“In 2005, we have a party at my girlfriend’s house. It was an artisan party to showcase some art in Santa Fe and help the artists out to sell their products…During the game, it was Michelle’s shot. And she walked around the pool table and walked by me. When she walked by me she grabbed my crotch,” the accuser Eddie Dehart said. He added that Lujan Grisham exclaimed to his girlfriend that “you have a man here.”

But by the Governor’s own standard she is revictimizing Hallinan by claiming his accusations are“suspect and varied claims,” despite the massive settlement. Usually, innocent people do not settle, especially for a figure in the six digits.

Leftist groups caught offering $50 bribes for testimony backing partisan redistricting maps

On Tuesday, it was reported that the Center for Civic Policy (CCP), a billionaire George Soros-funded far-left group, as well as one other, was bribing New Mexicans with $50/each to testify on behalf of the organization’s radical partisan maps, which gerrymander Republicans into the extreme minority.

According to the Santa Fe New Mexican, “Kathleen Sabo, executive director of New Mexico Ethics Watch, said Monday her agency received copies of emails sent to some New Mexicans from both the Center for Civic Policy and NAVA Education Project.”

“In both cases, representatives for those organizations offered $50 stipends to help citizens attend the meetings in person and testify in favor of what they call the ‘People’s Map’ — which would reformat state congressional boundaries by creating a new district with a Hispanic voting population majority,” read the report. 

The so-called “People’s Map” is an ultra-partisan redo of New Mexico’s current congressional and legislative maps. The maps would gerrymander Albuquerque’s South Valley into the Second Congressional District, segregating it from the rest of Albuquerque. Then, the First District would wander east all the way to Roswell, while half of Hobbs would be chopped up into the Third District, which would snake all the way up to Española and Santa Fe. 

Sabo called the bribes to constituents for testimony “concerning.”

But Elizabeth Cuna, the campaign manager for the CCP claimed “such financial support efforts ensure impoverished residents and people of color — who may not have equal access or opportunity — can make their voices heard at events that may affect their lives.” However, the meetings were available to attend via Zoom and the portal for testimony was online, for anyone to access.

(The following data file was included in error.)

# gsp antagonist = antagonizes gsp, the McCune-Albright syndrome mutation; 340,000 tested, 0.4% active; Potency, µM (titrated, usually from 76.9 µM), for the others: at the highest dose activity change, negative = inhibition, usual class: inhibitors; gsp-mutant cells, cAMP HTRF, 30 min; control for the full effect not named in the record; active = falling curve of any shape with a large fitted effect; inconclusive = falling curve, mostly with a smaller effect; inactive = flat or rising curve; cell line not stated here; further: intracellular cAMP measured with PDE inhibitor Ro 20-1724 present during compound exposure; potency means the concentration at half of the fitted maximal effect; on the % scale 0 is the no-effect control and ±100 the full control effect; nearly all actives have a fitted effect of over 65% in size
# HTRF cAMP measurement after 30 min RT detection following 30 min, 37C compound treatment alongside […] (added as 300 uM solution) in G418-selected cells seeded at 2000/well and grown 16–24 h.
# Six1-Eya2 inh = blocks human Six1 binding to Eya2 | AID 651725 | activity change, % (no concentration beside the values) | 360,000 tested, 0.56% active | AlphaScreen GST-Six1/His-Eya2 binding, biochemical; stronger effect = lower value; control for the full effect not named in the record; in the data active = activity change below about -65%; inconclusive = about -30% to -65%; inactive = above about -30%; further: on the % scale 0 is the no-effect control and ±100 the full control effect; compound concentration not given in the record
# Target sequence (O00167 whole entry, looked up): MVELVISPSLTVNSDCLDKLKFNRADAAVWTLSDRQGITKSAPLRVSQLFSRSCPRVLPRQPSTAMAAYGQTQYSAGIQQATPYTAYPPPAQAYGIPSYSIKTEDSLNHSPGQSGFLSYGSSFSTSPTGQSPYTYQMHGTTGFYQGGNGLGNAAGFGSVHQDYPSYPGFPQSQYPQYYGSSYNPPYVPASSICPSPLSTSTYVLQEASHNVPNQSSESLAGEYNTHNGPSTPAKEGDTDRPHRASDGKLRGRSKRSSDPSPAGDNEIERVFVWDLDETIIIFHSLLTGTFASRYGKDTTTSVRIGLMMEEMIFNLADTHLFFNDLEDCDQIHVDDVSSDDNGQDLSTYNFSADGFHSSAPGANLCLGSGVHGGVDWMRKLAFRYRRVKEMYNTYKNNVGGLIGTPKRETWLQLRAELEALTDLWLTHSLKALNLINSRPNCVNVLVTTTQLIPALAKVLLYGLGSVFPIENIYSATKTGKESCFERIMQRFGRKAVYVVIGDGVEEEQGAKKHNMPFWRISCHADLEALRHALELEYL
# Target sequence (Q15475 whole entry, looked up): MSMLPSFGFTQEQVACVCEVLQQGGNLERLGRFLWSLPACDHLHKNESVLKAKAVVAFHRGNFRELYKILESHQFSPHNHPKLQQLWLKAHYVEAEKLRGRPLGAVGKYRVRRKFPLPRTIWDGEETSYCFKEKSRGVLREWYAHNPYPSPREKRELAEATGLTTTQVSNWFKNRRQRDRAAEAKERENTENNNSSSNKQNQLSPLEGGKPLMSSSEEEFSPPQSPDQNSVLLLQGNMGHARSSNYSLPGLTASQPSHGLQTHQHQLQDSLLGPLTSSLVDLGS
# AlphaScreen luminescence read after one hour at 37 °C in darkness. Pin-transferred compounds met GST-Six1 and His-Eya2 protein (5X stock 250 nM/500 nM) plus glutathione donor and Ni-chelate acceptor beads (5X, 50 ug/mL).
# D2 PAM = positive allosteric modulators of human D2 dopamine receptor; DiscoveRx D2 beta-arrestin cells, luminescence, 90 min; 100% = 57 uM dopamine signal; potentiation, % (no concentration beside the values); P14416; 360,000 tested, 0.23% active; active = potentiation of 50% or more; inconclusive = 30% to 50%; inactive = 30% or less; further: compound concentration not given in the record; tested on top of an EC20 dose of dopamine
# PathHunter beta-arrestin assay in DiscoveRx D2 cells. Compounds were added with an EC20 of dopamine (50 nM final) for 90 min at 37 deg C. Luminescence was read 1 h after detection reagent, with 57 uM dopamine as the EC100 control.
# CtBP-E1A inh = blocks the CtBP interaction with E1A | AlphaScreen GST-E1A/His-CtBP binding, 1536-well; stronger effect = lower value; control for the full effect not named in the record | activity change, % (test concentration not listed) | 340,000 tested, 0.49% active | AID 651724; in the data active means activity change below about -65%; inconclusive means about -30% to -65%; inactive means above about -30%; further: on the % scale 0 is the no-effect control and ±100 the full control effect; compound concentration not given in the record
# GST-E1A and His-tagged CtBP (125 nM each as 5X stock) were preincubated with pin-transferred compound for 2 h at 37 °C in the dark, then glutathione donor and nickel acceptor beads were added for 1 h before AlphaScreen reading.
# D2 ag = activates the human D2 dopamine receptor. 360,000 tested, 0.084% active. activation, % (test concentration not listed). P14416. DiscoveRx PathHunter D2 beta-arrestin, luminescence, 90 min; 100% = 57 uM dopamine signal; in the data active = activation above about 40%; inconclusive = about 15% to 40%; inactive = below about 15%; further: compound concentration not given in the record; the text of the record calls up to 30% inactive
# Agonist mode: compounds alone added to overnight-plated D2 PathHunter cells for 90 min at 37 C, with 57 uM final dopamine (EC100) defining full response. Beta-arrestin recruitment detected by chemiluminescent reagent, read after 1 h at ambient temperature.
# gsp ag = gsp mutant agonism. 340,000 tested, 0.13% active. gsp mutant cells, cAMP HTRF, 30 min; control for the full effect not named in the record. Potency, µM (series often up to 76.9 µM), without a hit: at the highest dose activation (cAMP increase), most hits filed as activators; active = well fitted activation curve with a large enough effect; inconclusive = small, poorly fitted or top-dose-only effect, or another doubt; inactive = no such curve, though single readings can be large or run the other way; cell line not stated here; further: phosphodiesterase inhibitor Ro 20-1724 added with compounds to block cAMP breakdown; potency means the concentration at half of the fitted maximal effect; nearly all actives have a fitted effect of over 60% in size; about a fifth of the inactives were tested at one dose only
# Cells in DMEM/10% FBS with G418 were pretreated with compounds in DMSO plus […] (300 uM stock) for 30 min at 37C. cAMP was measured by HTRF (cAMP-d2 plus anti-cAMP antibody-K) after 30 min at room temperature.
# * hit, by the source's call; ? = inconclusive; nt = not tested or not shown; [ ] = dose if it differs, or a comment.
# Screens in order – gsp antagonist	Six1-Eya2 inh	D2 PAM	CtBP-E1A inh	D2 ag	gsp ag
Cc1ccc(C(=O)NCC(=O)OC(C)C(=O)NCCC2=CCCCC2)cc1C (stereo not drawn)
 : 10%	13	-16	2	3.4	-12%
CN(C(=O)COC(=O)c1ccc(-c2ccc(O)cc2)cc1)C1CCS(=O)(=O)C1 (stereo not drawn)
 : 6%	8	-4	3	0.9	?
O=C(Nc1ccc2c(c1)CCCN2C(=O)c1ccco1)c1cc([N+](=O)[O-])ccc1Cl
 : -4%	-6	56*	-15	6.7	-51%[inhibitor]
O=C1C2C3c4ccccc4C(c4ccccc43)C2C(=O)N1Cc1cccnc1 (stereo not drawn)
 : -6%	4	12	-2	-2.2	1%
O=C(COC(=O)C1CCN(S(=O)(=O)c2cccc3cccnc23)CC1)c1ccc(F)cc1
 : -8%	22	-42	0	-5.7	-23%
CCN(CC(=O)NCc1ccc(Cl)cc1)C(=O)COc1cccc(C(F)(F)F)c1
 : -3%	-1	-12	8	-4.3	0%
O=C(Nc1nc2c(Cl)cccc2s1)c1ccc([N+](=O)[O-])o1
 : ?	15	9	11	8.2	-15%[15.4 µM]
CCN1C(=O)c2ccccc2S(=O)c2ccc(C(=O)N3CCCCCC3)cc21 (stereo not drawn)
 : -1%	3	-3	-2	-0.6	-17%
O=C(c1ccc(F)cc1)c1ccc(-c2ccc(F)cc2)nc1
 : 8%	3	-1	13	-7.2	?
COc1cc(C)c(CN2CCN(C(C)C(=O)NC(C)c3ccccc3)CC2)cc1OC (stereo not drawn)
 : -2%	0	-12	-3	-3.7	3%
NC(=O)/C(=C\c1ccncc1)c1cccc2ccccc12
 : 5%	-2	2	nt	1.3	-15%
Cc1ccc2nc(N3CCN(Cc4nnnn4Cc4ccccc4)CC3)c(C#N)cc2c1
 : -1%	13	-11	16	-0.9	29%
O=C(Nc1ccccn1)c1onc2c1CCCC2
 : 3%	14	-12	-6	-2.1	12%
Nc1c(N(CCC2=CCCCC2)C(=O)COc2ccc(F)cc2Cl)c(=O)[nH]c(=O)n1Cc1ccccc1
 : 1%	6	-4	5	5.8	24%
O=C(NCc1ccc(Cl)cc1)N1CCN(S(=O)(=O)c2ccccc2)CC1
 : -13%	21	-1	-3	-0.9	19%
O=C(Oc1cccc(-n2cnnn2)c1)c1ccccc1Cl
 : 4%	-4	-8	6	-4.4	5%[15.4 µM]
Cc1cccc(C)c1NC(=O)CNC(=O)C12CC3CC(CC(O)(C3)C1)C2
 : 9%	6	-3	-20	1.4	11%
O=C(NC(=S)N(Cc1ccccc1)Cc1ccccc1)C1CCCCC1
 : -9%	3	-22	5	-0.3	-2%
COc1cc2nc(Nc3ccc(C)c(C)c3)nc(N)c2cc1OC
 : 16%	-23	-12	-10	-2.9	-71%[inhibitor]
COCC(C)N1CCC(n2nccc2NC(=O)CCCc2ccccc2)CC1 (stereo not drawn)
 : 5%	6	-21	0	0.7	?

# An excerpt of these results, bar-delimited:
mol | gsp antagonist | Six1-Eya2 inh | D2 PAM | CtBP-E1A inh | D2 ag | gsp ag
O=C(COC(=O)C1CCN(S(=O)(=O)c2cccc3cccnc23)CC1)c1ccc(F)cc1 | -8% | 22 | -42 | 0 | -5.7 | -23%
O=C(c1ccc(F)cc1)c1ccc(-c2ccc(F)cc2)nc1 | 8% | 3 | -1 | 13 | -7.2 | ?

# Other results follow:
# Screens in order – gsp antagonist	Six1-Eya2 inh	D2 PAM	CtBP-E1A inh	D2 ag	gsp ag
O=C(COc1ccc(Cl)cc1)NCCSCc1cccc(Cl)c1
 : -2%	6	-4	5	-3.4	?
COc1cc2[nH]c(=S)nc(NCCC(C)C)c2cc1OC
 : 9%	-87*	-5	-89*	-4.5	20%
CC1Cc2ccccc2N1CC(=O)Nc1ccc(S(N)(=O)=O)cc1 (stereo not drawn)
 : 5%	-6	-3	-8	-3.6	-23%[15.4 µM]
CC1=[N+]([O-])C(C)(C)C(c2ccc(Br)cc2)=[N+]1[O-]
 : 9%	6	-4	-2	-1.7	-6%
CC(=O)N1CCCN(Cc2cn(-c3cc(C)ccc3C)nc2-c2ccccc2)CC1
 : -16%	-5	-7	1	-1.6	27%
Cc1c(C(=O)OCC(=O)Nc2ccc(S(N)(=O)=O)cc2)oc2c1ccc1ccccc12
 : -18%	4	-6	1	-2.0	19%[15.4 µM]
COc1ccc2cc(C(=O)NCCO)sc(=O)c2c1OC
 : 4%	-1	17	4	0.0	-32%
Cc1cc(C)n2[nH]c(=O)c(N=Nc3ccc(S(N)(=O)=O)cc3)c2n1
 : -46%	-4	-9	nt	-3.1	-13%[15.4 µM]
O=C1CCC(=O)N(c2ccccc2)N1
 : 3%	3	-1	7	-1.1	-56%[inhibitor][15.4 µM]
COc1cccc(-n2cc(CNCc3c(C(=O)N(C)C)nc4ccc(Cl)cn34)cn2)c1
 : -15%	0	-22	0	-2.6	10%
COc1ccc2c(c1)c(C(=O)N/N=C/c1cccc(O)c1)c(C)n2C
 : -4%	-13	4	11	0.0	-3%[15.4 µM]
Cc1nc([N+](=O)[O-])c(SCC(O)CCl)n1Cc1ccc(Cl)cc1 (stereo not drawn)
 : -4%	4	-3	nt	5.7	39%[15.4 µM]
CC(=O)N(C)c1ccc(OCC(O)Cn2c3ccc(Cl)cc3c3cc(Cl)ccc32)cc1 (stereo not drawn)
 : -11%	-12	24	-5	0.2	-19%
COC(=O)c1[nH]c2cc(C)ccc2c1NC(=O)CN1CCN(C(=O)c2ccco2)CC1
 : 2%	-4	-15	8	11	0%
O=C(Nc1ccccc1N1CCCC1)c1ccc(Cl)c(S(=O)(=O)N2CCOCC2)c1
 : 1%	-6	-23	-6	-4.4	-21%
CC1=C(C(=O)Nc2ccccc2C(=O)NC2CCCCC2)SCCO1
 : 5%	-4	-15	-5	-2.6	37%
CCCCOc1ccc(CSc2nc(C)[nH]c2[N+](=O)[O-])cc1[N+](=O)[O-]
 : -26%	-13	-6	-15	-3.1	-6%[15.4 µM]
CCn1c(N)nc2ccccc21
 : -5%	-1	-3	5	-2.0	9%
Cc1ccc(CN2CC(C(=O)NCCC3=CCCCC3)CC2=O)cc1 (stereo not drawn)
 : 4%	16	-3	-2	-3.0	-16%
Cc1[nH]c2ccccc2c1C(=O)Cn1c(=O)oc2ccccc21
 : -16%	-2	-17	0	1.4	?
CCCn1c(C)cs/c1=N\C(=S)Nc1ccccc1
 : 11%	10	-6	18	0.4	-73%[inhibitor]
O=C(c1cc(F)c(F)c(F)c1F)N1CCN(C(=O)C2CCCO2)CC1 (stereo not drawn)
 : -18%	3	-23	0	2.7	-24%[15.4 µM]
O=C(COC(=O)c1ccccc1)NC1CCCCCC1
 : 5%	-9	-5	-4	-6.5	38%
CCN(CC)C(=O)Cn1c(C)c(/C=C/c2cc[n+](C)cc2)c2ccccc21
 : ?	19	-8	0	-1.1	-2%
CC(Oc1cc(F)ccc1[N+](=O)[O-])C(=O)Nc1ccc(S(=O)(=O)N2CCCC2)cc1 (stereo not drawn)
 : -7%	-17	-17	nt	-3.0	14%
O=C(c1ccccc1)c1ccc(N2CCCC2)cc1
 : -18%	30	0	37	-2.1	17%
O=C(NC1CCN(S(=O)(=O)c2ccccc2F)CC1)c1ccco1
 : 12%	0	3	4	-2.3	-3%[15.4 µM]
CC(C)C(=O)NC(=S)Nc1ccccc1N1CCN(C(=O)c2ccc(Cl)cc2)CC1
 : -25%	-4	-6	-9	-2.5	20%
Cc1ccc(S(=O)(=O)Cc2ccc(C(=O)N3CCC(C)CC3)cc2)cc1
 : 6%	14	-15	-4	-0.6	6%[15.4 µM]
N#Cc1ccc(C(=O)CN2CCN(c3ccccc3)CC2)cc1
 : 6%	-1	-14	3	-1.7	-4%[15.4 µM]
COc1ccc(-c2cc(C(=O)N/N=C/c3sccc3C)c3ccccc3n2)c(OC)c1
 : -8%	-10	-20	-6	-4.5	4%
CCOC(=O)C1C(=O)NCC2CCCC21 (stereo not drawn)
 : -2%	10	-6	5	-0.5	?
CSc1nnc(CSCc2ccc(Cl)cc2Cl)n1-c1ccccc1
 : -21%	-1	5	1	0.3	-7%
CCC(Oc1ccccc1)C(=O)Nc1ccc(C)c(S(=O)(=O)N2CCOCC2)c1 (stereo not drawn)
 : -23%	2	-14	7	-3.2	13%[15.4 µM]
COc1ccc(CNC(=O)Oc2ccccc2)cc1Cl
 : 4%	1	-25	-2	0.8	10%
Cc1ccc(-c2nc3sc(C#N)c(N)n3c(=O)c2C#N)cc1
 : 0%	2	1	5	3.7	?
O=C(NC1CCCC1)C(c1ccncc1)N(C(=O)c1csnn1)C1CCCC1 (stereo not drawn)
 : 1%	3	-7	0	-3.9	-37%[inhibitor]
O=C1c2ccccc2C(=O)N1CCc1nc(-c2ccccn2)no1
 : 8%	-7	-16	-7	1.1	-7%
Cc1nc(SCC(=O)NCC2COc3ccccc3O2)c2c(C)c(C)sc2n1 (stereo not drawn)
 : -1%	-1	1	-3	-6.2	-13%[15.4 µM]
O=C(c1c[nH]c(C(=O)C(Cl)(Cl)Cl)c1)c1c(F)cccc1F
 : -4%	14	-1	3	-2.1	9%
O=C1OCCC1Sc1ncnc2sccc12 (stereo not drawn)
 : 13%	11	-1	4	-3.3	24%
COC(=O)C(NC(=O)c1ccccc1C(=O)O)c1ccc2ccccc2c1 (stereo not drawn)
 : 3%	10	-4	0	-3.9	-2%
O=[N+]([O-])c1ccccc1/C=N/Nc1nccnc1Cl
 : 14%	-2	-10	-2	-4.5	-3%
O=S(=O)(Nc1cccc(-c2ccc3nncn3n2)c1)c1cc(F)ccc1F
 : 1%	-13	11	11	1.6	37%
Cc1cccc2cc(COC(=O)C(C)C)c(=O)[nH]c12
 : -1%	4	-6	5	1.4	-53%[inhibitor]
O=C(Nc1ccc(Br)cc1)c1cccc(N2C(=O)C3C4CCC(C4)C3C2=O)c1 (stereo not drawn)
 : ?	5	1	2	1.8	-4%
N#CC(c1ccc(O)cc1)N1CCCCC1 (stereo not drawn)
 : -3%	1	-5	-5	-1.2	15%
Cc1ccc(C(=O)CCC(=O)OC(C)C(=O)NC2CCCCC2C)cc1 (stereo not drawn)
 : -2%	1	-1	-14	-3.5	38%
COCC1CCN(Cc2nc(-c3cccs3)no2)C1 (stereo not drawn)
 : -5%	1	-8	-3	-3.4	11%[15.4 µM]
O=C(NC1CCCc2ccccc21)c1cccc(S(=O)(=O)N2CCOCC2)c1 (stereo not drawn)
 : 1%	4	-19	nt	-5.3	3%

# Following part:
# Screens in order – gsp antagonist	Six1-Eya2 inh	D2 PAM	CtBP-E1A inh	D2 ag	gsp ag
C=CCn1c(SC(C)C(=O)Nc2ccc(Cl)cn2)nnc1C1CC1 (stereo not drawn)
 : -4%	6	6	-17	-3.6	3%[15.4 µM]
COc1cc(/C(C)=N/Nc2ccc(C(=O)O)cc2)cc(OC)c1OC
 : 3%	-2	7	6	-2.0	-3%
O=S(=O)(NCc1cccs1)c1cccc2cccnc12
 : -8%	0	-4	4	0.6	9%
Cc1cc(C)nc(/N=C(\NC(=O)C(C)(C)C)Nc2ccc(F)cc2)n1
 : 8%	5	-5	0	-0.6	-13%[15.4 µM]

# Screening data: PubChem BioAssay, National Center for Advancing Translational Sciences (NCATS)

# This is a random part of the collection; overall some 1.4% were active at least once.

Still, Cuna says, “The stipend amount is moral,” adding, “It is a practice that should be encouraged, should be embraced.” Apparently, bribing voters to advocate for heavily partisan maps (the exact opposite of the Citizens Redistricting Committee’s purpose), is “moral” to the far-left extremists.

Melanie Majors, executive director of the New Mexico Foundation for Open Government, asked, “You could attend these meetings virtually, so why would anybody need a stipend to attend it?”

Edward Chávez, the supposed unbiased voice of the Citizens Redistricting Committee ran cover for the dark money organization, saying, “I don’t think these people are showing up and testifying just because they were paid.” 

The final maps proposed to the New Mexico Legislature are to be voted on this Friday, October 15. New Mexicans are encouraged to submit their comments against these extreme CCP maps through the Redistricting Committee’s portal. More information can be found here.

GOP gubernatorial candidate Rebecca Dow raises ‘historic’ quarterly haul

On Monday, gubernatorial candidate and state Rep. Rebecca Dow (R-Truth or Consequences) announced that she had raised a “historic” $440,563, which her campaign says tops what former Gov. Susana Martinez raised in her first gubernatorial campaign report.

According to the campaign, Dow has received contributions from over 1,300 donors. “She earned financial support from donors in every county in the state. Last month, Dow announced that she also had a full roster of County Chairs to cover every county in the state as well,” reads the press release.